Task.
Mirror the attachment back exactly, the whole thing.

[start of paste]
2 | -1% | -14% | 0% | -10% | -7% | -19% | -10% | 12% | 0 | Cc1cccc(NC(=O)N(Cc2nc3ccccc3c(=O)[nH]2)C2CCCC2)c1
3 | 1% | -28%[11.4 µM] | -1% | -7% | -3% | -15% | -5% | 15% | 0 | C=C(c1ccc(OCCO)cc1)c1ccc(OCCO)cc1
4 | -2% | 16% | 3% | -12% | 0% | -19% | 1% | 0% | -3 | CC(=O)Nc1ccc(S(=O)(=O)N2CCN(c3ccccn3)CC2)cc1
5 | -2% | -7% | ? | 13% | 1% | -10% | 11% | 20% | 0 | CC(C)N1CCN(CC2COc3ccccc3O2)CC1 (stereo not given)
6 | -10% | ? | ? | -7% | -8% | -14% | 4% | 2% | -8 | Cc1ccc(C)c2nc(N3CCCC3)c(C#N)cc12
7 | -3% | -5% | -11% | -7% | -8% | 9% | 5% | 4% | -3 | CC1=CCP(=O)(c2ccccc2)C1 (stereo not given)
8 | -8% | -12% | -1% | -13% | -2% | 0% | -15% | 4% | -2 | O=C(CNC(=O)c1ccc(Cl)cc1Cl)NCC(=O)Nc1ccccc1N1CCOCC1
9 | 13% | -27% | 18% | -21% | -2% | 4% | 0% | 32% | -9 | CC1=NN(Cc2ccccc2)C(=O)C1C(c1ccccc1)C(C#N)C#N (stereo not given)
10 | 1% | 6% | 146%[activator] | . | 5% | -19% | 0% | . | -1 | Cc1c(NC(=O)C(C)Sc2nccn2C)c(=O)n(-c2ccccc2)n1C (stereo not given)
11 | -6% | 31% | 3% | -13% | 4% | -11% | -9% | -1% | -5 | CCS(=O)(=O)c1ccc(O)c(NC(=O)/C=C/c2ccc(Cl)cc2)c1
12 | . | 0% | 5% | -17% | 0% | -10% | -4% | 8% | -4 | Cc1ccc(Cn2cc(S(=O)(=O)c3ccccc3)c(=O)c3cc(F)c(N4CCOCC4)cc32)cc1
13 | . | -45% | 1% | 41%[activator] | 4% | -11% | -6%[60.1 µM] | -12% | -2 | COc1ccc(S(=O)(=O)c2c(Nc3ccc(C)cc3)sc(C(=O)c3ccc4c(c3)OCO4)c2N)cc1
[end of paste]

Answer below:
2 | -1% | -14% | 0% | -10% | -7% | -19% | -10% | 12% | 0 | Cc1cccc(NC(=O)N(Cc2nc3ccccc3c(=O)[nH]2)C2CCCC2)c1
3 | 1% | -28%[11.4 µM] | -1% | -7% | -3% | -15% | -5% | 15% | 0 | C=C(c1ccc(OCCO)cc1)c1ccc(OCCO)cc1
4 | -2% | 16% | 3% | -12% | 0% | -19% | 1% | 0% | -3 | CC(=O)Nc1ccc(S(=O)(=O)N2CCN(c3ccccn3)CC2)cc1
5 | -2% | -7% | ? | 13% | 1% | -10% | 11% | 20% | 0 | CC(C)N1CCN(CC2COc3ccccc3O2)CC1 (stereo not given)
6 | -10% | ? | ? | -7% | -8% | -14% | 4% | 2% | -8 | Cc1ccc(C)c2nc(N3CCCC3)c(C#N)cc12
7 | -3% | -5% | -11% | -7% | -8% | 9% | 5% | 4% | -3 | CC1=CCP(=O)(c2ccccc2)C1 (stereo not given)
8 | -8% | -12% | -1% | -13% | -2% | 0% | -15% | 4% | -2 | O=C(CNC(=O)c1ccc(Cl)cc1Cl)NCC(=O)Nc1ccccc1N1CCOCC1
9 | 13% | -27% | 18% | -21% | -2% | 4% | 0% | 32% | -9 | CC1=NN(Cc2ccccc2)C(=O)C1C(c1ccccc1)C(C#N)C#N (stereo not given)
10 | 1% | 6% | 146%[activator] | . | 5% | -19% | 0% | . | -1 | Cc1c(NC(=O)C(C)Sc2nccn2C)c(=O)n(-c2ccccc2)n1C (stereo not given)
11 | -6% | 31% | 3% | -13% | 4% | -11% | -9% | -1% | -5 | CCS(=O)(=O)c1ccc(O)c(NC(=O)/C=C/c2ccc(Cl)cc2)c1
12 | . | 0% | 5% | -17% | 0% | -10% | -4% | 8% | -4 | Cc1ccc(Cn2cc(S(=O)(=O)c3ccccc3)c(=O)c3cc(F)c(N4CCOCC4)cc32)cc1
13 | . | -45% | 1% | 41%[activator] | 4% | -11% | -6%[60.1 µM] | -12% | -2 | COc1ccc(S(=O)(=O)c2c(Nc3ccc(C)cc3)sc(C(=O)c3ccc4c(c3)OCO4)c2N)cc1